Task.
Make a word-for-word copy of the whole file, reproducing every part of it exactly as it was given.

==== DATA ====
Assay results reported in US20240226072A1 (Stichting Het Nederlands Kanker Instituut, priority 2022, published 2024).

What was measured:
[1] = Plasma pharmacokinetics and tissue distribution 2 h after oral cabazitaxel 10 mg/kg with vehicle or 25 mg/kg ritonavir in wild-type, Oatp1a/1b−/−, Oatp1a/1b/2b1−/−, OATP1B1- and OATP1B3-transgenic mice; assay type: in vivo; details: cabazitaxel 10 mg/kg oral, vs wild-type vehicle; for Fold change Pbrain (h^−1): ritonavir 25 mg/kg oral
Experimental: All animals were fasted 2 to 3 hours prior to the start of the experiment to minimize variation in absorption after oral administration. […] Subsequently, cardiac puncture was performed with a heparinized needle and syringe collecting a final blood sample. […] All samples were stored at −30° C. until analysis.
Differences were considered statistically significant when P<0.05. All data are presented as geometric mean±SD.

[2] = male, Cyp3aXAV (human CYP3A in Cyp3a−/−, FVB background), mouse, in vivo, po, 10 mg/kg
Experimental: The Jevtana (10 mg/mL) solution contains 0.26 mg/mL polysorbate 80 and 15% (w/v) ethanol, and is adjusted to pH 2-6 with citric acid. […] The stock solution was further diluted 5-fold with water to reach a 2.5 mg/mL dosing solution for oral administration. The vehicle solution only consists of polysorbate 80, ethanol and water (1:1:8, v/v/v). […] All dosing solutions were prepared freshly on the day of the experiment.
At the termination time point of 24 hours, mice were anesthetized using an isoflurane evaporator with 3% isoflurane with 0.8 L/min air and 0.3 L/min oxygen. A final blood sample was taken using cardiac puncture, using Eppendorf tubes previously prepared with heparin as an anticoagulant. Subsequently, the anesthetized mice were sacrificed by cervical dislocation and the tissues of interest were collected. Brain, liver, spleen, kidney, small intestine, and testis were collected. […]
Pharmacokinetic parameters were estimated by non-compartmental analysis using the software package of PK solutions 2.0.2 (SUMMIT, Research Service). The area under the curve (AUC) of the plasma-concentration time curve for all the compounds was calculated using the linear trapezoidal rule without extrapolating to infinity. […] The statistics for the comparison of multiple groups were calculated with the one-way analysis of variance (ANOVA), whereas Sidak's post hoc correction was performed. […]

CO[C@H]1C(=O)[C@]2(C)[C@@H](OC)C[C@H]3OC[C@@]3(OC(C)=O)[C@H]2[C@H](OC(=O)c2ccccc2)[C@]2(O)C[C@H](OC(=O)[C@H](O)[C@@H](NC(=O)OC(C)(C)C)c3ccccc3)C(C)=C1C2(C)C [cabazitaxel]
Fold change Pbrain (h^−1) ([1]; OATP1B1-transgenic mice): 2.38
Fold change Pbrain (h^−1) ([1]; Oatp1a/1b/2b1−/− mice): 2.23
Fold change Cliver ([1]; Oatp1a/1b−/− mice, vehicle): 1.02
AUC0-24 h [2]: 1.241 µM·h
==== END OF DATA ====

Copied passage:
Assay results reported in US20240226072A1 (Stichting Het Nederlands Kanker Instituut, priority 2022, published 2024).

What was measured:
[1] = Plasma pharmacokinetics and tissue distribution 2 h after oral cabazitaxel 10 mg/kg with vehicle or 25 mg/kg ritonavir in wild-type, Oatp1a/1b−/−, Oatp1a/1b/2b1−/−, OATP1B1- and OATP1B3-transgenic mice; assay type: in vivo; details: cabazitaxel 10 mg/kg oral, vs wild-type vehicle; for Fold change Pbrain (h^−1): ritonavir 25 mg/kg oral
Experimental: All animals were fasted 2 to 3 hours prior to the start of the experiment to minimize variation in absorption after oral administration. […] Subsequently, cardiac puncture was performed with a heparinized needle and syringe collecting a final blood sample. […] All samples were stored at −30° C. until analysis.
Differences were considered statistically significant when P<0.05. All data are presented as geometric mean±SD.

[2] = male, Cyp3aXAV (human CYP3A in Cyp3a−/−, FVB background), mouse, in vivo, po, 10 mg/kg
Experimental: The Jevtana (10 mg/mL) solution contains 0.26 mg/mL polysorbate 80 and 15% (w/v) ethanol, and is adjusted to pH 2-6 with citric acid. […] The stock solution was further diluted 5-fold with water to reach a 2.5 mg/mL dosing solution for oral administration. The vehicle solution only consists of polysorbate 80, ethanol and water (1:1:8, v/v/v). […] All dosing solutions were prepared freshly on the day of the experiment.
At the termination time point of 24 hours, mice were anesthetized using an isoflurane evaporator with 3% isoflurane with 0.8 L/min air and 0.3 L/min oxygen. A final blood sample was taken using cardiac puncture, using Eppendorf tubes previously prepared with heparin as an anticoagulant. Subsequently, the anesthetized mice were sacrificed by cervical dislocation and the tissues of interest were collected. Brain, liver, spleen, kidney, small intestine, and testis were collected. […]
Pharmacokinetic parameters were estimated by non-compartmental analysis using the software package of PK solutions 2.0.2 (SUMMIT, Research Service). The area under the curve (AUC) of the plasma-concentration time curve for all the compounds was calculated using the linear trapezoidal rule without extrapolating to infinity. […] The statistics for the comparison of multiple groups were calculated with the one-way analysis of variance (ANOVA), whereas Sidak's post hoc correction was performed. […]

CO[C@H]1C(=O)[C@]2(C)[C@@H](OC)C[C@H]3OC[C@@]3(OC(C)=O)[C@H]2[C@H](OC(=O)c2ccccc2)[C@]2(O)C[C@H](OC(=O)[C@H](O)[C@@H](NC(=O)OC(C)(C)C)c3ccccc3)C(C)=C1C2(C)C [cabazitaxel]
Fold change Pbrain (h^−1) ([1]; OATP1B1-transgenic mice): 2.38
Fold change Pbrain (h^−1) ([1]; Oatp1a/1b/2b1−/− mice): 2.23
Fold change Cliver ([1]; Oatp1a/1b−/− mice, vehicle): 1.02
AUC0-24 h [2]: 1.241 µM·h